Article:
Authenticating end users in Cloud Run (fully managed)

If your application handles requests from end users, it's a best practice to restrict access to only the allowed end users. In order to accomplish this, you can choose one of the following:

In either of the above choices, you need a public web or mobile app that handles the sign-in flow and then makes authenticated API calls to a Cloud Run (fully managed) service. This public web app can itself be hosted on a public Cloud Run (fully managed) service. If you are using Google Sign-In, this public web app must be under the same domain as the Cloud Run (fully managed) service that requires authentication.

Using Identity Platform or Firebase Authentication

If you want to authenticate users using email/password, phone number, social providers like Facebook or GitHub, or a custom authentication mechanism, you can use Firebase Authentication or Identity Platform.

Using Firebase Authentication is similar to using Identity Platform.

  1. Set up Firebase Authentication in your project and service:

    1. Set up Firebase Authentication in the Firebase Console.

      Go to the Firebase Console

    2. Import the appropriate Firebase Admin SDK and configure it properly.

    3. Add middleware to your code to verify Firebase ID tokens.

    4. Deploy your service publicly.

  2. Do the following in your web or mobile app:

    1. Use the appropriate Firebase Auth client library to get an ID token:
    2. Include the ID token in an Authorization: Bearer ID_TOKEN header in the request to the service.

Getting user profile information

If you want to access user profile information, you can use the Firebase Admin SDK to retrieve user data.

Using Google Sign-In

Enable Google Sign-In in your project:

  1. Create an OAuth 2.0 client ID for your app in the same project as the service you want to secure:
    1. Go to the Credentials page.

      Go to the Credentials page

    2. Select the project with the service you want to secure.
    3. Click Create credentials, then select OAuth Client ID.
      1. You may be required to configure your OAuth consent screen before creating a client ID. If necessary, do so in order to continue.
    4. Select the Application type for which you want to create credentials.
    5. Add a Name and Restrictions if appropriate, then click Create.
  2. Re-deploy the service you want to secure. This will ensure that the correct client ID is set on the service.

    If you have multiple OAuth client IDs (for example, one each for Android, iOS, and web), you must re-deploy your service(s) after adding each one to ensure the service picks up the change. Similarly, if you delete a client ID, you must re-deploy your service(s) to remove that client ID and deny requests. All client IDs within a project will be accepted.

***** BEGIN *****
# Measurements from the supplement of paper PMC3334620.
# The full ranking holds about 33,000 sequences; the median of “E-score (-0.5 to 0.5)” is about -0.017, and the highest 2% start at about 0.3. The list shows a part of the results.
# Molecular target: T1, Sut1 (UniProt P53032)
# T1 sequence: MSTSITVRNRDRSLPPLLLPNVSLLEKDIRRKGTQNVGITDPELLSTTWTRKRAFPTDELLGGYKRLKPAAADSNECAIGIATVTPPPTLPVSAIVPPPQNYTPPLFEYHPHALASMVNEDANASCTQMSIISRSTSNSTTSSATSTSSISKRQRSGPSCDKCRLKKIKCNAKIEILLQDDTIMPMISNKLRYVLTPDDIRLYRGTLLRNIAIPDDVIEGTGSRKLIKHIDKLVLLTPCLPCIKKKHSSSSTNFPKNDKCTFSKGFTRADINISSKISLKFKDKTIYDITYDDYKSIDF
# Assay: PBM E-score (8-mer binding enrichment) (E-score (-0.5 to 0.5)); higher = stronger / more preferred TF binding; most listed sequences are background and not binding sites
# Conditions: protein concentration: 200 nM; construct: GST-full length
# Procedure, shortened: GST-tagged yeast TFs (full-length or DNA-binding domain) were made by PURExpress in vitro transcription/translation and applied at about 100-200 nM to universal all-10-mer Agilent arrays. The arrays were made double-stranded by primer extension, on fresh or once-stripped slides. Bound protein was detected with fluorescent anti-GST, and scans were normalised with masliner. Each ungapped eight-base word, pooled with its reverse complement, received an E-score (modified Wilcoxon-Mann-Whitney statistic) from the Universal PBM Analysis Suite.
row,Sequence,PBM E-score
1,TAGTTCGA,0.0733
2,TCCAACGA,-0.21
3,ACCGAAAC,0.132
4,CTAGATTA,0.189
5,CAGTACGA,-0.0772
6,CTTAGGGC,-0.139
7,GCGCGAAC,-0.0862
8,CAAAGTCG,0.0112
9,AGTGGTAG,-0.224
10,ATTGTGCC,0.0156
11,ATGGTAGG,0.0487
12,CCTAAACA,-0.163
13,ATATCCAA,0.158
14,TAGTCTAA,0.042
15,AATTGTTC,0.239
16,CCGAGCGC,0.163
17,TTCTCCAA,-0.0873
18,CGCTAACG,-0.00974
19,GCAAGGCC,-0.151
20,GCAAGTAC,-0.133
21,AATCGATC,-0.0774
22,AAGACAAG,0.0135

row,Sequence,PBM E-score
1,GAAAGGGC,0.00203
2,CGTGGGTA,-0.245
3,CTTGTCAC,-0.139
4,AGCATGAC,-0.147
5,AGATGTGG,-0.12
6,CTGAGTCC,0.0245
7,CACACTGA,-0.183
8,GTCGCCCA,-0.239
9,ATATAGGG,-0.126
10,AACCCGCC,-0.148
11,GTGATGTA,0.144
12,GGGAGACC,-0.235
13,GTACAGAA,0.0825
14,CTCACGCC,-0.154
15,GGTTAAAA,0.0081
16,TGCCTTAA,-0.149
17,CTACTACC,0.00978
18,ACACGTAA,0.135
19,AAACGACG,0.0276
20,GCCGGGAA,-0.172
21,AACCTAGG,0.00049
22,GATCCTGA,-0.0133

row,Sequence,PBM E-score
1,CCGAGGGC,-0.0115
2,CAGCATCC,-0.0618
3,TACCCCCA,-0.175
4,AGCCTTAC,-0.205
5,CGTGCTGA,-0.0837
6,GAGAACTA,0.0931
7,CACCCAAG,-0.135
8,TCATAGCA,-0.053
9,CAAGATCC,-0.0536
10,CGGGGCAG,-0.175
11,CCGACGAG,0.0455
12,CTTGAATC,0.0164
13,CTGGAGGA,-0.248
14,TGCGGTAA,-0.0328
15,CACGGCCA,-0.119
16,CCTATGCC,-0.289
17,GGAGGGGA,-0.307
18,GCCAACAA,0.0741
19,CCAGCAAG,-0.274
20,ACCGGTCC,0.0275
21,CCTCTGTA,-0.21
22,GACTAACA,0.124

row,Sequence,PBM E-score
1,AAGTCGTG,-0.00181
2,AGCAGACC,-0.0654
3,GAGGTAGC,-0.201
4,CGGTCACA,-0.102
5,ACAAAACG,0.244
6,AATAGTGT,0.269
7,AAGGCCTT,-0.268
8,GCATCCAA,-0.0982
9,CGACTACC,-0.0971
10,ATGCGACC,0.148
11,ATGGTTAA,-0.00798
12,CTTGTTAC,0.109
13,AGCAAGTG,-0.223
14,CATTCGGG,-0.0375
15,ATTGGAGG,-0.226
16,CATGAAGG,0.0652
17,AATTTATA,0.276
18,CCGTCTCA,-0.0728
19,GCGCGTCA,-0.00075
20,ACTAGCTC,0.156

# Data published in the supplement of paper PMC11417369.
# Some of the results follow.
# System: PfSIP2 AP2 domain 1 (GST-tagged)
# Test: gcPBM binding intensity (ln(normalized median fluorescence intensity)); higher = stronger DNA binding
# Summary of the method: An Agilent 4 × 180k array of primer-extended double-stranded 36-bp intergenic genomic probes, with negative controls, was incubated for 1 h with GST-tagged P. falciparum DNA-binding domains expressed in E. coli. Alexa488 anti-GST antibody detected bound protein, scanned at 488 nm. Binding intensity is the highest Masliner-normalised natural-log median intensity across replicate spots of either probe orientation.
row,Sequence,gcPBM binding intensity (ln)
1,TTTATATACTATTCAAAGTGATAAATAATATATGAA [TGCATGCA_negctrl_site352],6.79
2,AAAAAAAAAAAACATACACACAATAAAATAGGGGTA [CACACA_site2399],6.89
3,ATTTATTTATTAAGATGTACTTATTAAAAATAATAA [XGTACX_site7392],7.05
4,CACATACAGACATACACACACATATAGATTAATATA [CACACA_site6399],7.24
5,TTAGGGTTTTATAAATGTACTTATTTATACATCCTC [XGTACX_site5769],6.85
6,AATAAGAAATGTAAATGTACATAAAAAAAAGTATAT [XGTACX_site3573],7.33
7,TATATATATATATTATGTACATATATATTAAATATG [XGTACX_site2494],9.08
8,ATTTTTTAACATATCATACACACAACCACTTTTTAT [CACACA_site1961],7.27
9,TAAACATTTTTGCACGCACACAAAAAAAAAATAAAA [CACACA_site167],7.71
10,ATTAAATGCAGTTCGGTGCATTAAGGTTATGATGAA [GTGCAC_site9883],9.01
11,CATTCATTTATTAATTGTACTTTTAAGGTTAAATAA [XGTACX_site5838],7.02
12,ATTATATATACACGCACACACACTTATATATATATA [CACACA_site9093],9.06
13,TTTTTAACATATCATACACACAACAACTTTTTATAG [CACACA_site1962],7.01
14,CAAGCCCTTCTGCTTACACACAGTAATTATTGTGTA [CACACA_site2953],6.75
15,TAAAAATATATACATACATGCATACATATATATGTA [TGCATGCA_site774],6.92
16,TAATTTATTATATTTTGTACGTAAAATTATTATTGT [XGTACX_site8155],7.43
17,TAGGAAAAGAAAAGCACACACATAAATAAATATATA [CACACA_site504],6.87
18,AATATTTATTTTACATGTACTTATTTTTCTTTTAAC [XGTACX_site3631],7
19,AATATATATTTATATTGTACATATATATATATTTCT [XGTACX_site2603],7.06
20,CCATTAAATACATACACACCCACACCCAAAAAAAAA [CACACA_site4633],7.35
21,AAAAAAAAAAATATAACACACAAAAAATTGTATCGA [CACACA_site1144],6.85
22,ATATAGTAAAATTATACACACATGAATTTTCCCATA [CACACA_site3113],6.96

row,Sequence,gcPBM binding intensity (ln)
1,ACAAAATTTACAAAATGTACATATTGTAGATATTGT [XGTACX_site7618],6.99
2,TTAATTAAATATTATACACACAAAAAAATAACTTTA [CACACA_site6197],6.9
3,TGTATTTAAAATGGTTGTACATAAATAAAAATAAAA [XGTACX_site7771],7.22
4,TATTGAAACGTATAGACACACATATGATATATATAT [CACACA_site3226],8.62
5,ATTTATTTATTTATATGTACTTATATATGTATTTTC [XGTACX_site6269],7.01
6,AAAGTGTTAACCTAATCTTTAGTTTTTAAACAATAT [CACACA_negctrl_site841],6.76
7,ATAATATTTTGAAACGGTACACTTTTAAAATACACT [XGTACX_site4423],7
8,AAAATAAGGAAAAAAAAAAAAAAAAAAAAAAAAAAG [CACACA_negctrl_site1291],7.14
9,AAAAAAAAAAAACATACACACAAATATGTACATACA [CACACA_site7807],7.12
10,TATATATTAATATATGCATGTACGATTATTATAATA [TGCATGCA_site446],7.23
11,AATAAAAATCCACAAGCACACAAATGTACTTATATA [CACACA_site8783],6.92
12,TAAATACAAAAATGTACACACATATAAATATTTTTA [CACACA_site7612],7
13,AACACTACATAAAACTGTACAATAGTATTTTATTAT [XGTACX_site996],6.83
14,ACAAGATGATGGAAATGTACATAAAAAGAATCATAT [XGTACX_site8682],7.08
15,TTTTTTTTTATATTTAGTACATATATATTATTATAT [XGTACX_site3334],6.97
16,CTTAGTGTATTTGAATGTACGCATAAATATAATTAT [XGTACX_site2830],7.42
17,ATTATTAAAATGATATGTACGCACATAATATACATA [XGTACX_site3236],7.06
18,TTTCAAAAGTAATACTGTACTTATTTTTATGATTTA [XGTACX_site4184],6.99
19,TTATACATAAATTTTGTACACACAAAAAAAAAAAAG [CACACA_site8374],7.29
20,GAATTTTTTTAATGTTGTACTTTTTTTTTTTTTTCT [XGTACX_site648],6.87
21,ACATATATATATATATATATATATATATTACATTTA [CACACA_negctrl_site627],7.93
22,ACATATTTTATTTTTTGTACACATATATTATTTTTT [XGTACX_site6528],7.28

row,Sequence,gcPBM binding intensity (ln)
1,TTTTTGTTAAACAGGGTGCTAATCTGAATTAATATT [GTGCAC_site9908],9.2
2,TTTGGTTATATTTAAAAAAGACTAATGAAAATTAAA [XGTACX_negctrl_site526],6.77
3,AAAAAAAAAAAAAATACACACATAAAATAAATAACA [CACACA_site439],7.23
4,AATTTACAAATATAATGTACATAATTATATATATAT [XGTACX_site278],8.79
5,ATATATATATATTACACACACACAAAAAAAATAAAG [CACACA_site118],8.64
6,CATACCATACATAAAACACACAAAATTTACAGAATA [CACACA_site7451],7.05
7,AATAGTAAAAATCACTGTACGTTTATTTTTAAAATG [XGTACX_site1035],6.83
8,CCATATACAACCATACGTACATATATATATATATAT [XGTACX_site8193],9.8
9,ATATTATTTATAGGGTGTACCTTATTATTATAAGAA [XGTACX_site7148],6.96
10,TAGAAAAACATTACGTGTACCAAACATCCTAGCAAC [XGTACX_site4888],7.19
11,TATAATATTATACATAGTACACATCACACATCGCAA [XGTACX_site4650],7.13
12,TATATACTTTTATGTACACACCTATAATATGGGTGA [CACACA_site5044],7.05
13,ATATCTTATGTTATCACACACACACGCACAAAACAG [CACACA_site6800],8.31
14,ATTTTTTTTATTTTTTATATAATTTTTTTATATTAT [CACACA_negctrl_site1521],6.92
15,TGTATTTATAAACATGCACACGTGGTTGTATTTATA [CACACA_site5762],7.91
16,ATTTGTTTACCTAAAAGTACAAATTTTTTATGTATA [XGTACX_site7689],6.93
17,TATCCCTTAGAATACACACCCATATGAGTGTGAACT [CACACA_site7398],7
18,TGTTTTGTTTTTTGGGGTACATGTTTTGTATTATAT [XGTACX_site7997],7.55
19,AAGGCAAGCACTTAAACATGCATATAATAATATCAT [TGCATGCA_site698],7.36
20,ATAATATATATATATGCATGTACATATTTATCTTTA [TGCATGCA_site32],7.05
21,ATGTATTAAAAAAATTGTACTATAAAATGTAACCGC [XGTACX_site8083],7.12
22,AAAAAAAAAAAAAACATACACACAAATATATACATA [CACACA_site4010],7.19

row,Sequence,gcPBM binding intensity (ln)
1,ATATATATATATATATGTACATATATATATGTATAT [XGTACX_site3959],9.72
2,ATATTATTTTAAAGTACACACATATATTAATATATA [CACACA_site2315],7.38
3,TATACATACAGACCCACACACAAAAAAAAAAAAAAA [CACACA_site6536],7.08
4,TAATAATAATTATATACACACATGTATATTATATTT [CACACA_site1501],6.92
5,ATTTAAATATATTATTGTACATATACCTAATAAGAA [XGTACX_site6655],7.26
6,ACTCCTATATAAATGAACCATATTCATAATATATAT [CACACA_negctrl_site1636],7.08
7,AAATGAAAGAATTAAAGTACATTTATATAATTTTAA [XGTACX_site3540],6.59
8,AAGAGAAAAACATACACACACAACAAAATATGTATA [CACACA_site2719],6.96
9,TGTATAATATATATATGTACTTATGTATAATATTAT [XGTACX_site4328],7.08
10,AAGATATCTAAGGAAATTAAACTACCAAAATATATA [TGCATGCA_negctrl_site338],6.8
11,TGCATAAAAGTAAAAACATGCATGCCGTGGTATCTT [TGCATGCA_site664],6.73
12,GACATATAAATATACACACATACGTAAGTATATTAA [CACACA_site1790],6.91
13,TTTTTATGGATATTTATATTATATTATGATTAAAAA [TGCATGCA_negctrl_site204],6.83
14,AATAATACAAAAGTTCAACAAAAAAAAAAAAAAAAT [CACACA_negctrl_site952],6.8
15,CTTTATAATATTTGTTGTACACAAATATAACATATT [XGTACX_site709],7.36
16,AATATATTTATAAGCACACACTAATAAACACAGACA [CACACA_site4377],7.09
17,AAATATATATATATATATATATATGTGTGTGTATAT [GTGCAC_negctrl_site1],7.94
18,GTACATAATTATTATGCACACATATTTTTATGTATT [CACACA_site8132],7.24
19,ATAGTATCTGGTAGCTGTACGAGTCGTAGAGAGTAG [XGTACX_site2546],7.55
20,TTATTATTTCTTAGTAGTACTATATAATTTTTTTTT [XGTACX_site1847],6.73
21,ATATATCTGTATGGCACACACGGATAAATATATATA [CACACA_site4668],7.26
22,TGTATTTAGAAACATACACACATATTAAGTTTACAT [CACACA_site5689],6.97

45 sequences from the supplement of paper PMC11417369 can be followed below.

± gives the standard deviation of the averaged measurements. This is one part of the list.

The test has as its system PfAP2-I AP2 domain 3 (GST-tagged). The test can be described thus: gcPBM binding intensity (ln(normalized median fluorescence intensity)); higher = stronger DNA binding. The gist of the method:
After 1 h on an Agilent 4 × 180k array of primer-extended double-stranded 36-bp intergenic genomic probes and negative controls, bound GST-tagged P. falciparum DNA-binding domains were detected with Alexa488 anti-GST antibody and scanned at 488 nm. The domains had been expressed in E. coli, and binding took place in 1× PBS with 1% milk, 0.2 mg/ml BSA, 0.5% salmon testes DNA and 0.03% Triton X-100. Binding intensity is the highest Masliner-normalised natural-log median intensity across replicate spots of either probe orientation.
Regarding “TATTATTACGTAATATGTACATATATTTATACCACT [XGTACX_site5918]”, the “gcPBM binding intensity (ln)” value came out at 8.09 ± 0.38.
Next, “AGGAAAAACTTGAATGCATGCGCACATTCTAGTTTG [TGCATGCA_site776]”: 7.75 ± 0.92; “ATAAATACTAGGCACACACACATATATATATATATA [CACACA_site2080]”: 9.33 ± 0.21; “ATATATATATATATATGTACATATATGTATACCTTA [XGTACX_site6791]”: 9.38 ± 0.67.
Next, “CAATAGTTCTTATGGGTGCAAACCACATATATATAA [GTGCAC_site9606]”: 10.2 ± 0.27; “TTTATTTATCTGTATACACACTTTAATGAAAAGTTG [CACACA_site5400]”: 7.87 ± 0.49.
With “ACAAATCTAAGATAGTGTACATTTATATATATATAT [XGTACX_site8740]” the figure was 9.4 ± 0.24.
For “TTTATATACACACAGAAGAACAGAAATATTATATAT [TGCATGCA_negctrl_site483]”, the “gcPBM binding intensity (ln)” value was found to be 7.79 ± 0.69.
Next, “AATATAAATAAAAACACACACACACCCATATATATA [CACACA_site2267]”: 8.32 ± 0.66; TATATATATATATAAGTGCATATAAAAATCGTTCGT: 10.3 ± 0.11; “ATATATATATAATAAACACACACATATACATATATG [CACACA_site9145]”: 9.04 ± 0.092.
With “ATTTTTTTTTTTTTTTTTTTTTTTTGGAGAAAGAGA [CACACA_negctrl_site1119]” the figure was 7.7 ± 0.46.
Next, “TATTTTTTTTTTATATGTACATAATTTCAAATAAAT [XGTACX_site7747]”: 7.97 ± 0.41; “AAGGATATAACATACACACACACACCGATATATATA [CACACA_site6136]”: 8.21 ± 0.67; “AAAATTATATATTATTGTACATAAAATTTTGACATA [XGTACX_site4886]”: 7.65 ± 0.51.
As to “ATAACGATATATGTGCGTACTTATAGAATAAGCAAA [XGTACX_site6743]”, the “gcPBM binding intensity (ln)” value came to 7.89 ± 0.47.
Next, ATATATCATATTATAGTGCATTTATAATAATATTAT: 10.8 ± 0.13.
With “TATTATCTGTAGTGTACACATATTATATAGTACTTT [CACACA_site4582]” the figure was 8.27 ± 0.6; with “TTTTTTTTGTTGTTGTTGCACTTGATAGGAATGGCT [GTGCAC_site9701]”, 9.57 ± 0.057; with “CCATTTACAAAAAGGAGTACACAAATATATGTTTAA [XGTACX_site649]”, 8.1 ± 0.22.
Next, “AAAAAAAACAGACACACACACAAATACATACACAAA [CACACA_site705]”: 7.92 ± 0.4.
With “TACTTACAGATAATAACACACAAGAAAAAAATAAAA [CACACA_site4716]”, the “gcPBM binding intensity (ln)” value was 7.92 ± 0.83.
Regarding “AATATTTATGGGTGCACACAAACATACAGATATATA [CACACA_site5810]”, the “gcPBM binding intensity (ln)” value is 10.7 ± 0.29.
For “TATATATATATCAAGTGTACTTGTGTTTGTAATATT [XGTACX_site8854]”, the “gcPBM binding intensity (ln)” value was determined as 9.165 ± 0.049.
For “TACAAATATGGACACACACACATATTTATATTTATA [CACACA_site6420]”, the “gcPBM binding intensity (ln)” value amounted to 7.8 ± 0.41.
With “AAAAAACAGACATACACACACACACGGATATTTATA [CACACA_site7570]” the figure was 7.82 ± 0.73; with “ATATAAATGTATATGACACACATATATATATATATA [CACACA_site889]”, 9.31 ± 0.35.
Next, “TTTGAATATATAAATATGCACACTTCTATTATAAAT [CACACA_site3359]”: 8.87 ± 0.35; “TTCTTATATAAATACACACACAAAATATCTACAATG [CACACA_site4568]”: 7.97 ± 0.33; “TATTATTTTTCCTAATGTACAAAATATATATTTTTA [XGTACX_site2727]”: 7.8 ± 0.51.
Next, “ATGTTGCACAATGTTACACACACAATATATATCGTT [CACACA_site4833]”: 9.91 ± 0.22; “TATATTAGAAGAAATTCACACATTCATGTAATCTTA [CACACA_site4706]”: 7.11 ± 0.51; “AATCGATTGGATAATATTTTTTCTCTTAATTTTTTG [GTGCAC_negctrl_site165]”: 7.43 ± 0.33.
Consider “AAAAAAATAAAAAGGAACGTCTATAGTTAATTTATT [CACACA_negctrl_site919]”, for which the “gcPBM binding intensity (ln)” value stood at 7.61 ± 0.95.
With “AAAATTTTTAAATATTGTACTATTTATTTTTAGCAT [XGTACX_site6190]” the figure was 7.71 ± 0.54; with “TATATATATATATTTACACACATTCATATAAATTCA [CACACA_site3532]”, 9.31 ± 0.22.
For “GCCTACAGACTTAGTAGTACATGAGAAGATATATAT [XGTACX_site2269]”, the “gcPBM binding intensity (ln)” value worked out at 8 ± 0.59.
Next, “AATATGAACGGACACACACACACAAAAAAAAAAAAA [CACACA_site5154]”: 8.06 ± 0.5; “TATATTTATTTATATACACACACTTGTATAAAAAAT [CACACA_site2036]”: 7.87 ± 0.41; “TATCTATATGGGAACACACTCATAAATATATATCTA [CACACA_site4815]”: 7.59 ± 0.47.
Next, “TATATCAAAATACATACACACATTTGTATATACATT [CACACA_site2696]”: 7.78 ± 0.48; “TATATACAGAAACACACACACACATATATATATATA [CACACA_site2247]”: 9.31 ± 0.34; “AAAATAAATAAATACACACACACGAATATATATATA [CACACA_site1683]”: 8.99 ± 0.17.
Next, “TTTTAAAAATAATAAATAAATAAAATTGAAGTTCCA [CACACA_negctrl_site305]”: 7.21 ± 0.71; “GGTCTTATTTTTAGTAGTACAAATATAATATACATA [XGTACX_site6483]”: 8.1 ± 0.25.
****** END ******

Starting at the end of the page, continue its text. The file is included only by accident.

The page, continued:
Do the following in your web or mobile app:

  1. Get an ID token for the OAuth client ID:
  2. Include the ID token in an Authorization: Bearer ID_TOKEN header in the request to the service.

Cloud Run validates the auth token and either allows the request or rejects it before the service starts up. If a request is rejected, you aren't billed for that request.

Web apps, authentication, and CORS

When you build a web app, you have to account for Cross-Origin Resource Sharing (CORS) issues. For example, CORS preflight requests are sent without an Authorization header, so they are rejected on a non-public service. Because the preflight requests fail, the main request will also fail.

To work around this, you can host your web app and service(s) on the same domain to avoid CORS preflight requests. You can achieve that by using Firebase Hosting.

Getting user profile information

If you want to access user profile information, you can pull the token out of the Authorization header and make a request to the Validate Token endpoint.

The body of the ID token is returned with the following information:

{
 // These six fields are included in all Google ID Tokens.
 "iss": "https://accounts.google.com",
 "sub": "110169484474386276334",
 "azp": "1008719970978-hb24n2dstb40o45d4feuo2ukqmcc6381.apps.googleusercontent.com",
 "aud": "1008719970978-hb24n2dstb40o45d4feuo2ukqmcc6381.apps.googleusercontent.com",
 "iat": "1433978353",
 "exp": "1433981953",

 // These seven fields are only included when the user has granted the "profile"
 // and "email" OAuth scopes to the application.
 "email": "testuser@gmail.com",
 "email_verified": "true",
 "name" : "Test User",
 "picture": "https://lh4.googleusercontent.com/-kYgzyAWpZzJ/ABCDEFGHI/AAAJKLMNOP/tIXL9Ir44LE/s99-c/photo.jpg",
 "given_name": "Test",
 "family_name": "User",
 "locale": "en"
}

Troubleshooting

If user requests are rejected and you believe they should be allowed, ensure that users have been granted the roles/run.invoker role, or have the run.routes.invoke permission. Learn more about these in the Cloud Run IAM reference.